Over the past couple months Daniel has been catching up on some of the latest Marvel movies. He mentioned something about Captain Marvel. I literally did not recognize that name. It sounded like a completely new superhero to me. No image popped in my brain. He saw the blank in my face. “You don’t remember Captain Marvel either, do you?” He explained that we went to see the Captain Marvel movie in theaters but he hardly remembered it. Suddenly the image of Bree Larson came of mind. I responded, “Oh yeah I very vaguely remember that.” I couldn’t tell you what it was about at all. We looked it up; it came out March 2019. That was probably the first movie we saw after Ginny died. 

That is not the only memory that is super fuzzy around the time of our loss. I have vivid memories of hearing the news, delivering Ginny’s body, and some moments in the days before and after, but generally the year surrounding Ginny’s death is kind of a blur. From the beginning, it was obvious our brains weren’t working normally.  Short term memory, concentration, and some basic skills and logic were lacking. It felt impossible to focus. Tasks that used to be easy took a ton of effort and were exhausting. I’m so glad I didn’t have to go back to work as an engineer because I’m not sure I could’ve done it. 

I felt for Daniel because he did quickly have to return to work in the lab. He would come home and tell me how he felt he was not at full capacity. It became difficult to follow along as grad students explained their problems. He struggled to give advice that would’ve been second nature before. It took twice the effort to get half as much done. He worked so so hard and quickly grew tired, but he persevered and had a very productive year scientifically. I’m not sure any of his coworkers noticed how much effort it took or if he even remembers all he did, but I admired his determination.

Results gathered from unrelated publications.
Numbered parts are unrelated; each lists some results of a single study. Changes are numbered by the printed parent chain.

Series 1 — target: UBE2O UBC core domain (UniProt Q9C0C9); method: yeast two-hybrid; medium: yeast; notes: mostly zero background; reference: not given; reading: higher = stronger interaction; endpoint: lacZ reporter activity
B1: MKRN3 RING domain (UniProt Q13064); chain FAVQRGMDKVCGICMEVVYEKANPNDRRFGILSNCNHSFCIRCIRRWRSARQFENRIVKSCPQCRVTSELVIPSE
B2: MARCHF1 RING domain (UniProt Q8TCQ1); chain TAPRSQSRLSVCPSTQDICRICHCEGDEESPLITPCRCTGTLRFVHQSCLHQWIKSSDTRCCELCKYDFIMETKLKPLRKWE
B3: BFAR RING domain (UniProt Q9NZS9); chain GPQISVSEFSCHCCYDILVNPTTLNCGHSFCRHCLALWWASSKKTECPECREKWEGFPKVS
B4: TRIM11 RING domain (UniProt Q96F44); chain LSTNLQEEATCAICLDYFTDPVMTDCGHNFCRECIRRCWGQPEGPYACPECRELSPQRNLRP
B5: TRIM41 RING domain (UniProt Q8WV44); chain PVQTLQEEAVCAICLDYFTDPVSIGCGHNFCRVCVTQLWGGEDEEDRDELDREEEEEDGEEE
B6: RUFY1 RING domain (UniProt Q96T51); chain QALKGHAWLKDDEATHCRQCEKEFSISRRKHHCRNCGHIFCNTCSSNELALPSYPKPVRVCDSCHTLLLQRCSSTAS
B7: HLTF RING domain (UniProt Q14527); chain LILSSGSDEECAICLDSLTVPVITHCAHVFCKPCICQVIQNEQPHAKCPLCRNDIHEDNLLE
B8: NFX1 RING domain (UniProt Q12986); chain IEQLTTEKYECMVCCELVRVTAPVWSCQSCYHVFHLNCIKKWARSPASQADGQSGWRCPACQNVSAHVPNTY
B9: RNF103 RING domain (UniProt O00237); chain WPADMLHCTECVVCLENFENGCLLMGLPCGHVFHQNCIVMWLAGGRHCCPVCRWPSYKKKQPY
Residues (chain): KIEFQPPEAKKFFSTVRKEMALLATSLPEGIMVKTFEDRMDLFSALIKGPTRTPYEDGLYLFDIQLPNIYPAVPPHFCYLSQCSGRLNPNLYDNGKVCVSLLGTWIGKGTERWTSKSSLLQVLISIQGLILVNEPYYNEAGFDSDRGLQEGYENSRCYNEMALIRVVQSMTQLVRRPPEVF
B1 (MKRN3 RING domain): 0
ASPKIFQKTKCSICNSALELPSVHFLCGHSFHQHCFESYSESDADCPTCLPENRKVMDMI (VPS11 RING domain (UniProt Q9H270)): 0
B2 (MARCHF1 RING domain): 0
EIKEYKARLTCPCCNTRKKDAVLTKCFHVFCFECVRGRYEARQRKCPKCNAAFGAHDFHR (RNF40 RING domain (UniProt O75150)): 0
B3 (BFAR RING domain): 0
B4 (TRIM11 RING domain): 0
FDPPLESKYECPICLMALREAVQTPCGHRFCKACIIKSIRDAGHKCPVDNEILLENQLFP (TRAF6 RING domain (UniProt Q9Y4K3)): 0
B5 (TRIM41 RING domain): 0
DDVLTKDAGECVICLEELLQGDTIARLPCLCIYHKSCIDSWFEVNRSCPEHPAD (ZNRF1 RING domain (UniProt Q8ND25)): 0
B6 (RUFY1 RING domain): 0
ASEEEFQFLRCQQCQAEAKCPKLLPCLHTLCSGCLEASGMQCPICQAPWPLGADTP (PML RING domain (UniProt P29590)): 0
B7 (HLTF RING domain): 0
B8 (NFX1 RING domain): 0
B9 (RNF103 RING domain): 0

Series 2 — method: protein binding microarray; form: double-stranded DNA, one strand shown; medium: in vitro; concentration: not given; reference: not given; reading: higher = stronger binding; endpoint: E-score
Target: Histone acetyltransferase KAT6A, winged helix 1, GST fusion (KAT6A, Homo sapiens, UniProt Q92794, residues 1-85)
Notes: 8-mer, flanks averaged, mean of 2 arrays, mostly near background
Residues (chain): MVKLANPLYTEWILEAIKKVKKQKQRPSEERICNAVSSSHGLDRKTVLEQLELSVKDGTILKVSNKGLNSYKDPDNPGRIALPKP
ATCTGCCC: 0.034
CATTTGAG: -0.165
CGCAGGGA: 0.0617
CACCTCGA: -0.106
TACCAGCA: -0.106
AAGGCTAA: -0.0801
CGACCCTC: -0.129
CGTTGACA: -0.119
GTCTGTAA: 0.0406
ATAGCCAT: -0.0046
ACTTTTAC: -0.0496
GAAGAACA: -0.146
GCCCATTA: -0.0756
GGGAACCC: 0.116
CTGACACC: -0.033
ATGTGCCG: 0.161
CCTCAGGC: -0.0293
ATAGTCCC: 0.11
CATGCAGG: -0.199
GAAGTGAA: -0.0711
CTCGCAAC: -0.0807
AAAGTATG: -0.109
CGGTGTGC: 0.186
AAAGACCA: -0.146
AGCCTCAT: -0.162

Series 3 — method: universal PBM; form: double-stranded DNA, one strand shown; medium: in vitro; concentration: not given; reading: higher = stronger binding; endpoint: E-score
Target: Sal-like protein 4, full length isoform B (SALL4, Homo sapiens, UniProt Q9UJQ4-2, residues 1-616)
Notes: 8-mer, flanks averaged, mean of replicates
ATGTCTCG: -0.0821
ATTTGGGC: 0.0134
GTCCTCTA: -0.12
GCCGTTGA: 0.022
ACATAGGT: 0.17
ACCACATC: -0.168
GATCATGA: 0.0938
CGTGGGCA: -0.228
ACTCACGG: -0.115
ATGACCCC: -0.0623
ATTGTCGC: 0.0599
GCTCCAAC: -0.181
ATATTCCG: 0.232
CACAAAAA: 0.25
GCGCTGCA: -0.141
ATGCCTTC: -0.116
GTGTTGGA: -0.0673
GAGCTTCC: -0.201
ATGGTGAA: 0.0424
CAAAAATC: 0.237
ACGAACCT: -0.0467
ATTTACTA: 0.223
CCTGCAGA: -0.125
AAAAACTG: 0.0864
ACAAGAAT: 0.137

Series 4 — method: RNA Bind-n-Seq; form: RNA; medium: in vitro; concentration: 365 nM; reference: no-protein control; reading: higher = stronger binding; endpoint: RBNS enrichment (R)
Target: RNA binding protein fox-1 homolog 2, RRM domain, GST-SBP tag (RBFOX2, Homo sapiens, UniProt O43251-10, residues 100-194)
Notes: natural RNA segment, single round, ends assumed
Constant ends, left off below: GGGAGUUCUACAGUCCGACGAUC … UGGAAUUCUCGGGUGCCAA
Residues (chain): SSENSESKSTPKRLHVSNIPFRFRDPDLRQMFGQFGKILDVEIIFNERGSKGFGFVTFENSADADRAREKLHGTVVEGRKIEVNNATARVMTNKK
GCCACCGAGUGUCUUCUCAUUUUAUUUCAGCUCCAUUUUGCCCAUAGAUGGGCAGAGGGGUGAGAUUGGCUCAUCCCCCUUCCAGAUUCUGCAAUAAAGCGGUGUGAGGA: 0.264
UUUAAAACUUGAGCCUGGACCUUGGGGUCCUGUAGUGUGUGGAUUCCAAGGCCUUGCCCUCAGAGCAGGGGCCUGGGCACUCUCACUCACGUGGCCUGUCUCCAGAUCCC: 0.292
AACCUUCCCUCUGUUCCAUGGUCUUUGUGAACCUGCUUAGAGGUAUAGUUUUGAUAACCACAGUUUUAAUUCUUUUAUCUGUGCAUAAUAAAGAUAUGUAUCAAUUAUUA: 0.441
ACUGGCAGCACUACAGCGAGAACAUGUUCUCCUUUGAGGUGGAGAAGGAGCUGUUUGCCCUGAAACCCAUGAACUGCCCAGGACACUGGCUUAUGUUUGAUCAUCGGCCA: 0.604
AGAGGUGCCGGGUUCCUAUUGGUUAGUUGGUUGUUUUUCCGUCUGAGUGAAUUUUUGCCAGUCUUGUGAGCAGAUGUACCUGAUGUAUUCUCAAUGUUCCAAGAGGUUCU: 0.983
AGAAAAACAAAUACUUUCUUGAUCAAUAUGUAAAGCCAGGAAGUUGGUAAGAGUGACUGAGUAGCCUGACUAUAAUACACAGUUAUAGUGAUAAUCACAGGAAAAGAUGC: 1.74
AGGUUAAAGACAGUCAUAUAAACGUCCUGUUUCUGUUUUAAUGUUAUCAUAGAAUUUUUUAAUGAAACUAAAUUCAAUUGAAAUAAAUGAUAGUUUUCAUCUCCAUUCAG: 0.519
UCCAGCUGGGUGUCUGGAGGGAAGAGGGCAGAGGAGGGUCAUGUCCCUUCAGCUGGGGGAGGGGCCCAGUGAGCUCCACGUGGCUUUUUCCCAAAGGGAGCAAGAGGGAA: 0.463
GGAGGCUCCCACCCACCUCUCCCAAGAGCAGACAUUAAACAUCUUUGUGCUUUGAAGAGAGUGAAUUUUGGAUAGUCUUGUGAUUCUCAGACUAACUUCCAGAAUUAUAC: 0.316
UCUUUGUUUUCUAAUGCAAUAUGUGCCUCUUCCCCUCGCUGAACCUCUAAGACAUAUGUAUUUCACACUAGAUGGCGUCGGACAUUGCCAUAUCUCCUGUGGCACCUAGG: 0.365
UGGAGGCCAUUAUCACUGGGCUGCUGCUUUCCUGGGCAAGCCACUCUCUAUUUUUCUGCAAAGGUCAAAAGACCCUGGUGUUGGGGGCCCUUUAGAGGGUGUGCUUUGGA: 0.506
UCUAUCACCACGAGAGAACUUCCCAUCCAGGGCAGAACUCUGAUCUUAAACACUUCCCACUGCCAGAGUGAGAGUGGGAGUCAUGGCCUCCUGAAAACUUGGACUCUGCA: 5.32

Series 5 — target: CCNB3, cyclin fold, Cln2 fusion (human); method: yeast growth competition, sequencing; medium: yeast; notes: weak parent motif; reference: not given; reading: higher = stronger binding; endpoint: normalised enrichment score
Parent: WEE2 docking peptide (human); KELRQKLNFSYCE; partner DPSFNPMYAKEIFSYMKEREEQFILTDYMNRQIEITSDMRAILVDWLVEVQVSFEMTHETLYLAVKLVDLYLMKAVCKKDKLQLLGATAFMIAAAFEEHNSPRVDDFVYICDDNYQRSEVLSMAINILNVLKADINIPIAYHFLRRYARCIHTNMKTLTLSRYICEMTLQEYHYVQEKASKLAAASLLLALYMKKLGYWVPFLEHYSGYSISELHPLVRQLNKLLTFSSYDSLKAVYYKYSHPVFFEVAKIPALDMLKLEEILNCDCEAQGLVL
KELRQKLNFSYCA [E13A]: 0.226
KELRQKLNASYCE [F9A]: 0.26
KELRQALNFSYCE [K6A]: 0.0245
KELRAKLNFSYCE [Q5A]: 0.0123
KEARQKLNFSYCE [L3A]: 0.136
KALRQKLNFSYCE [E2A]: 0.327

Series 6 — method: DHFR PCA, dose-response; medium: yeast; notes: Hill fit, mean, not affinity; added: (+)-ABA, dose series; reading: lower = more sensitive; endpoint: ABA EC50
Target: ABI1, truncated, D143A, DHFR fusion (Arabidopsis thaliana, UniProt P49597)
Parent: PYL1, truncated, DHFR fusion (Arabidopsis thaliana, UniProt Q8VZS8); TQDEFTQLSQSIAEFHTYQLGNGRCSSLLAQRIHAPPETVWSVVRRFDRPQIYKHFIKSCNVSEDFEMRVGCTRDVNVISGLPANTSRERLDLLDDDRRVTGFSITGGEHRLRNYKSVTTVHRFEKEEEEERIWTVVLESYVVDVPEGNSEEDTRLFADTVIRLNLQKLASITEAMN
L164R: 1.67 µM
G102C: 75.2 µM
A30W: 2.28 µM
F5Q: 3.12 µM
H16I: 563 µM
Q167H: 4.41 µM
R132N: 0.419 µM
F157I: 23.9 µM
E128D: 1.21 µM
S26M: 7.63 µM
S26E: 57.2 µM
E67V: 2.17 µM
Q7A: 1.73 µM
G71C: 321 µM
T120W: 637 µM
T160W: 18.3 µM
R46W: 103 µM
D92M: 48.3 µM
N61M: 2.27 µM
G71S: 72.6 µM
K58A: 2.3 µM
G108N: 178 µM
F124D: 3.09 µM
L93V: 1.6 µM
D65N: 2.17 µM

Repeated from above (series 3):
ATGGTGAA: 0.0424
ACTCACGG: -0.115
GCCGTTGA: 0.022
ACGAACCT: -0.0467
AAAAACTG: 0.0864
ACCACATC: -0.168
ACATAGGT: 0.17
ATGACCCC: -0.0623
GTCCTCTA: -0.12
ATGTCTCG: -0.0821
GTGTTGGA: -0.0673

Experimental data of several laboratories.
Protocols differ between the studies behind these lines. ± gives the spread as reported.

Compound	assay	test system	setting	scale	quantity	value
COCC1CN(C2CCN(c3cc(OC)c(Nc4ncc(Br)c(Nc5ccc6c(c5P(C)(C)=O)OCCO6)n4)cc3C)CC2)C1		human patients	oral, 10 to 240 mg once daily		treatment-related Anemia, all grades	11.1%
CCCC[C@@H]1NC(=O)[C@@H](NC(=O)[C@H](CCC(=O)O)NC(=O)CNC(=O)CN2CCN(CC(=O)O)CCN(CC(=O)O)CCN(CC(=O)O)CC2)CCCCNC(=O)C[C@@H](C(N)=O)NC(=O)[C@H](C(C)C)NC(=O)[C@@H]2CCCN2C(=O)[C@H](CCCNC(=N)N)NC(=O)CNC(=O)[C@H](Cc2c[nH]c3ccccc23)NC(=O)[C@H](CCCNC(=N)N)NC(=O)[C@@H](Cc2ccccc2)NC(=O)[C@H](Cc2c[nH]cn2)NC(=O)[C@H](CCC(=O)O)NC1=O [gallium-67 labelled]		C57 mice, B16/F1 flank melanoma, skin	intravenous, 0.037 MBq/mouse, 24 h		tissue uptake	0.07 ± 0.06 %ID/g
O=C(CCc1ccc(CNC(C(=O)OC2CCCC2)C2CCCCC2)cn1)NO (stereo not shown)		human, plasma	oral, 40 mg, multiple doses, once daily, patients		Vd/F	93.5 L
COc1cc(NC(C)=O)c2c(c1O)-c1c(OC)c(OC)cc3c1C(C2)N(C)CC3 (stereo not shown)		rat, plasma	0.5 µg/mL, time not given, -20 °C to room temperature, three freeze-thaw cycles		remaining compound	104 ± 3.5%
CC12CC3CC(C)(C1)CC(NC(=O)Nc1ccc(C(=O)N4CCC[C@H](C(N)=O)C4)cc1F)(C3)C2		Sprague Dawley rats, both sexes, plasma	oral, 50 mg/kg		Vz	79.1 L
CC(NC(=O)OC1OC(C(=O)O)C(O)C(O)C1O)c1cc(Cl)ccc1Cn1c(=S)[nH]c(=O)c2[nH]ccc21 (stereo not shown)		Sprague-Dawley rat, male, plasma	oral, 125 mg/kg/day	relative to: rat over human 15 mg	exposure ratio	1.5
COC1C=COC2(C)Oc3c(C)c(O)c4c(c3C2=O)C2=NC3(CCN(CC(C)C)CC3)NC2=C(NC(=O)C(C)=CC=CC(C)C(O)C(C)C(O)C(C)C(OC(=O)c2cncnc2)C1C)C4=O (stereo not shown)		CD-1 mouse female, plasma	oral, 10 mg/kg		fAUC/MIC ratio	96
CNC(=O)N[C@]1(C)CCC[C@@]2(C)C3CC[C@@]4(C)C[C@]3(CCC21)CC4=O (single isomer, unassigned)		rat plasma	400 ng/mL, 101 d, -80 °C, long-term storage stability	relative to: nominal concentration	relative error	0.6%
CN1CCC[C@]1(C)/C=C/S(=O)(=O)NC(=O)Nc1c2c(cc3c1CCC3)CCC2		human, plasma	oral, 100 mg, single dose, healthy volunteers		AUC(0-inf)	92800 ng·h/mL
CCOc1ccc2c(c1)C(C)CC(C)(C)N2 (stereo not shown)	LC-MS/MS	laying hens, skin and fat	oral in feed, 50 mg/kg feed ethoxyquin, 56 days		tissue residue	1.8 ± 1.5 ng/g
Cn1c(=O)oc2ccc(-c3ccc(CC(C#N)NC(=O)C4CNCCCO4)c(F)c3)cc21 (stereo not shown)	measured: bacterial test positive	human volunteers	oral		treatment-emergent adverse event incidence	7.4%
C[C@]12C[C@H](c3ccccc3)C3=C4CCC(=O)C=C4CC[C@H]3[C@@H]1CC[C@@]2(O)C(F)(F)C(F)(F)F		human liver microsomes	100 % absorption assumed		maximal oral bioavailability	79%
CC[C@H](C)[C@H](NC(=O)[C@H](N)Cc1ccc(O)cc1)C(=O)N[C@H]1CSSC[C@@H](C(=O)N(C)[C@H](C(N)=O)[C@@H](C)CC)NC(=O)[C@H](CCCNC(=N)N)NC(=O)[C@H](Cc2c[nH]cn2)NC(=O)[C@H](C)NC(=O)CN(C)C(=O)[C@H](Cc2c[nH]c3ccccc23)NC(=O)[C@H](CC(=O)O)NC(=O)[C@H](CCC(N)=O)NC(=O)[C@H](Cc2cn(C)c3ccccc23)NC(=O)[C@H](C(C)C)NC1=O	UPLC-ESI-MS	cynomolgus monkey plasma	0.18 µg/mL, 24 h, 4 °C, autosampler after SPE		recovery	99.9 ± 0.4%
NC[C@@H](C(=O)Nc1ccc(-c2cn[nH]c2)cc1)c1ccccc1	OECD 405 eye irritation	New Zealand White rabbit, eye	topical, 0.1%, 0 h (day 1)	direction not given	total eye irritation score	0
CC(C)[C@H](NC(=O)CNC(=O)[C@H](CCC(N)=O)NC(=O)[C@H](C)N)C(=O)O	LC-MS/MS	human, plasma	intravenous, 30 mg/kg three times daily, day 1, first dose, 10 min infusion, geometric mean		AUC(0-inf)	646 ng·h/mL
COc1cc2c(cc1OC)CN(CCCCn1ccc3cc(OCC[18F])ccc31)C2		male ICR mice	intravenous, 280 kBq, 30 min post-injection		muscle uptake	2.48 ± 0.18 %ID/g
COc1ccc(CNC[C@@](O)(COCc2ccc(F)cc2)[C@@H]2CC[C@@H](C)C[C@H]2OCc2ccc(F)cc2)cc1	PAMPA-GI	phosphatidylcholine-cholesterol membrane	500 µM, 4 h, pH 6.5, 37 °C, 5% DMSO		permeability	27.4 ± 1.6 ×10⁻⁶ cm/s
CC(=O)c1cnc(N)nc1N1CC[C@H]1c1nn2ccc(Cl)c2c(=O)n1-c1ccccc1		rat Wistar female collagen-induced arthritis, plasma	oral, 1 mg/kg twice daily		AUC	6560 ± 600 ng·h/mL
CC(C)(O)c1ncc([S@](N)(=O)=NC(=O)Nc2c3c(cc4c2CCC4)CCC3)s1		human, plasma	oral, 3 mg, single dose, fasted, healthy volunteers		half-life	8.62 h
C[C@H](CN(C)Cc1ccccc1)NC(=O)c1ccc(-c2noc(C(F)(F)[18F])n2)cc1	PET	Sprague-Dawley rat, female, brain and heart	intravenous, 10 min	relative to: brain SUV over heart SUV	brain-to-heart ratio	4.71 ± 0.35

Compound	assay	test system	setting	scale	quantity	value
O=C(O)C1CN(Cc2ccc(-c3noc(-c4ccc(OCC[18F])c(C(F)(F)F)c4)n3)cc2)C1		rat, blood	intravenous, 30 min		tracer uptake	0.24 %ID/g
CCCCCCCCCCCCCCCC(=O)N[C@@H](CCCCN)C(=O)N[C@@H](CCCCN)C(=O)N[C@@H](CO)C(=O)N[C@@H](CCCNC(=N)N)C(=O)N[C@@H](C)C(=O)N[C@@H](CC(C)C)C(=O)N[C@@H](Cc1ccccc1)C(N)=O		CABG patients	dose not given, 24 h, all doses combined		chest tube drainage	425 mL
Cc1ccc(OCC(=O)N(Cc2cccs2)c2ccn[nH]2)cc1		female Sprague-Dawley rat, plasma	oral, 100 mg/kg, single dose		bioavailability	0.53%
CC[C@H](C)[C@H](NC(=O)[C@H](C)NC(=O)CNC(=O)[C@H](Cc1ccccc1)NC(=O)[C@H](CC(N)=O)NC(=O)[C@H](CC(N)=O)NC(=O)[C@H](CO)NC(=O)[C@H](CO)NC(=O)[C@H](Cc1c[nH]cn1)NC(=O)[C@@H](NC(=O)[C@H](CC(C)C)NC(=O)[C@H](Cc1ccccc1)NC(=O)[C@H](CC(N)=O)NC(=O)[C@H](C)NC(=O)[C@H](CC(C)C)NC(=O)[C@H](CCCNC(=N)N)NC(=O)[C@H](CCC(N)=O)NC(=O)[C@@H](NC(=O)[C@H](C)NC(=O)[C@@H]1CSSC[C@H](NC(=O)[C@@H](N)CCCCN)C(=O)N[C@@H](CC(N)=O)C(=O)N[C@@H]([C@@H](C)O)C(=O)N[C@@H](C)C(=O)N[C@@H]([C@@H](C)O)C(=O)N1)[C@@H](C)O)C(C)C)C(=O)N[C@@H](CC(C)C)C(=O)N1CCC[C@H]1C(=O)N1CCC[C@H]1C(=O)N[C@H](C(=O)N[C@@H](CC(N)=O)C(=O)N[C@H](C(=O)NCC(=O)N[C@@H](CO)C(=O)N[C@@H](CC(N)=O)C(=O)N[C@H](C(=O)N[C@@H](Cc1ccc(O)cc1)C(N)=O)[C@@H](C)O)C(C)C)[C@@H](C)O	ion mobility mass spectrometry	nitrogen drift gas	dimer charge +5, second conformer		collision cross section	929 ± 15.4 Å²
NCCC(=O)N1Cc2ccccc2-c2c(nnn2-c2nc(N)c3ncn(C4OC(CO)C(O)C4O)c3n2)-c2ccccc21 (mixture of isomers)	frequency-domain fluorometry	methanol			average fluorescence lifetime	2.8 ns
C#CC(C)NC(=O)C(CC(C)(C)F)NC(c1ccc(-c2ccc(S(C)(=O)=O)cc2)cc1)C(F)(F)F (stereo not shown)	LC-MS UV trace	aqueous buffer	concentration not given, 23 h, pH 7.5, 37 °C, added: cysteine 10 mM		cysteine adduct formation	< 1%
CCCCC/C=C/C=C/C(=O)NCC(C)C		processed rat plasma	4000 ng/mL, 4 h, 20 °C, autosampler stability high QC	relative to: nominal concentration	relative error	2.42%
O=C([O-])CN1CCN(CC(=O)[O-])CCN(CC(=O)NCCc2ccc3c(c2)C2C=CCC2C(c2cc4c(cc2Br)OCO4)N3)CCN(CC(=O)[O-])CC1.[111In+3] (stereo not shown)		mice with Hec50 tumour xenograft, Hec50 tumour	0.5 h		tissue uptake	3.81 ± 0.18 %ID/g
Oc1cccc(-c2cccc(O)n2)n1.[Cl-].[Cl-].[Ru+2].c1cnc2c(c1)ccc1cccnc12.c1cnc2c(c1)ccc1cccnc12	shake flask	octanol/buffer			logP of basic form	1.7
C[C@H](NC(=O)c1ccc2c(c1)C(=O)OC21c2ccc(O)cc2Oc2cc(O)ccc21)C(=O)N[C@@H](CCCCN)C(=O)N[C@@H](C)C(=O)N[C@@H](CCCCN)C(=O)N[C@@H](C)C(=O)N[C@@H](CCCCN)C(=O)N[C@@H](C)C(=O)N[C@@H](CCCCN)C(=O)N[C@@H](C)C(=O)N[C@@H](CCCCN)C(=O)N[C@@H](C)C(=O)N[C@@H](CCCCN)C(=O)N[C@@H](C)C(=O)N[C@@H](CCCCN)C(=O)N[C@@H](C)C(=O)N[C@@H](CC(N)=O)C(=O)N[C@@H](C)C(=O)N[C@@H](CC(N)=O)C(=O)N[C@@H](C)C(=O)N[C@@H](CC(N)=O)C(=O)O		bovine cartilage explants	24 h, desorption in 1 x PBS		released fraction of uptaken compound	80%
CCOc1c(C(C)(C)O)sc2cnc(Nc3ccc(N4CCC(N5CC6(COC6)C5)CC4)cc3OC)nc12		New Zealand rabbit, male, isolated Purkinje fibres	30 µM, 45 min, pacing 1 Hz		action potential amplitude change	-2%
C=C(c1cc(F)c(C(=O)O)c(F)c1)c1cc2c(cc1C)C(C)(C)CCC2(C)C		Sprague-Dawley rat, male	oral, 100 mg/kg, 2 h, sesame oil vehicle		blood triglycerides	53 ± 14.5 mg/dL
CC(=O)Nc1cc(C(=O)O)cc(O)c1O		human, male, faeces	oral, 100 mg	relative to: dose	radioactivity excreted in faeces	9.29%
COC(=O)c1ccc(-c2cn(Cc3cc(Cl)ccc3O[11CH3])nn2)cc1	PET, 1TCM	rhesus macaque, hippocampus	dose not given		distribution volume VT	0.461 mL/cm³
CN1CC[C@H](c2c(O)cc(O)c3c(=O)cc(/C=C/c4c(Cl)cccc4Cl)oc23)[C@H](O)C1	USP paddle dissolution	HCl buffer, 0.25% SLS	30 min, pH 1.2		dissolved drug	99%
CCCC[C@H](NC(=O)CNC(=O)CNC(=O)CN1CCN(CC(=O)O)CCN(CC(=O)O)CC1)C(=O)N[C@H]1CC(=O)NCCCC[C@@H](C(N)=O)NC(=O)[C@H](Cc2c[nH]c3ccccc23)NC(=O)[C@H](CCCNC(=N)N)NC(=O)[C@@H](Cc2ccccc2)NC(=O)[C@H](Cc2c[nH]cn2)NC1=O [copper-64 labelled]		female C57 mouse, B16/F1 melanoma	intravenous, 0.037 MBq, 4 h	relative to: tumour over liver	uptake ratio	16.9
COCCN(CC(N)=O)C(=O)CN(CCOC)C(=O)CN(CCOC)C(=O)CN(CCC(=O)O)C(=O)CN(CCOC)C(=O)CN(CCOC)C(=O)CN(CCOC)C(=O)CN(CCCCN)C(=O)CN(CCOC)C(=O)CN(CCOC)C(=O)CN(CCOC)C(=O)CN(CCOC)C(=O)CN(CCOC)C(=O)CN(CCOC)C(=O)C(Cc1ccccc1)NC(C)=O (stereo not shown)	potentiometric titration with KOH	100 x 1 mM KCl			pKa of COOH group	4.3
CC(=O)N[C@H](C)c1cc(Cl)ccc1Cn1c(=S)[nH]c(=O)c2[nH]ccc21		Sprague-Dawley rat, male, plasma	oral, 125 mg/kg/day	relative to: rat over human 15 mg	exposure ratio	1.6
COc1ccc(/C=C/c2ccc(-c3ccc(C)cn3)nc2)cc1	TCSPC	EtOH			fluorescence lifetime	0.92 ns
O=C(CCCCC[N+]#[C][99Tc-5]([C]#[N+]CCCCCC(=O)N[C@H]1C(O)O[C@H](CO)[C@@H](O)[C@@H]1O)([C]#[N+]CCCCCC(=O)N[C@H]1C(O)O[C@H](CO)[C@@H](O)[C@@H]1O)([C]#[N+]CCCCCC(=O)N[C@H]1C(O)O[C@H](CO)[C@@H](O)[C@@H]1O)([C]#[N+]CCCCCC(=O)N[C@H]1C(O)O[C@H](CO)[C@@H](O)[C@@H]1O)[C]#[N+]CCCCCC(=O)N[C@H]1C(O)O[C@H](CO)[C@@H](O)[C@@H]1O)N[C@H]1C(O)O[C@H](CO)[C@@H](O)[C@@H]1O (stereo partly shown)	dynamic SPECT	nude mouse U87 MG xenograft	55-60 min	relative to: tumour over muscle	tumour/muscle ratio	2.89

Since then, I’ve learned that being forgetful and having difficulty focusing are very normal after a traumatic event. I’ve read that our brains automatically change when we experience trauma. These changes make it harder to store memories and to use the portions of our brains in charge of reason and concentration. I don’t know much about this, but I’d like to learn more.

My memory and focus have definitely improved since the early days of grief, but I still don’t think my brain is functioning the way it did before. I’m not sure if it ever will. And I sometimes wonder what other memories I might have forgotten. Have I forgotten any special moments during my pregnancy with Ginny? I want to remember all the time I had with her. I also want to be sure to remember all the love and support we received from family and friends after our loss. I’m happy that I kept all the cards and I journaled so much during those days. I can look back and remember what might have otherwise been forgotten. 

If you’ve experienced memory loss or feel your brain isn’t working at 100% after trauma, please know you are not alone. It is hard not to feel as sharp as you once were, but please give yourself loads of grace. 

One thought on “Brain Struggles

  1. Aimee and Daniel, don’t be so hard on yourselves. Grief doesn’t have an instruction book for one to follow. Jesus is our greatest peace and instruction of how to handle grief. Children are a blessing from the Lord. He is the answer to our fears, doubts and grief. Love on your son more and remember Ginny thru him. Love you two and appreciate your sharing your experience with Ginny and the joys you remember and the new joys with your son! You are special in His eyes and God will bless you one day at a time.💜🙏🏻💜

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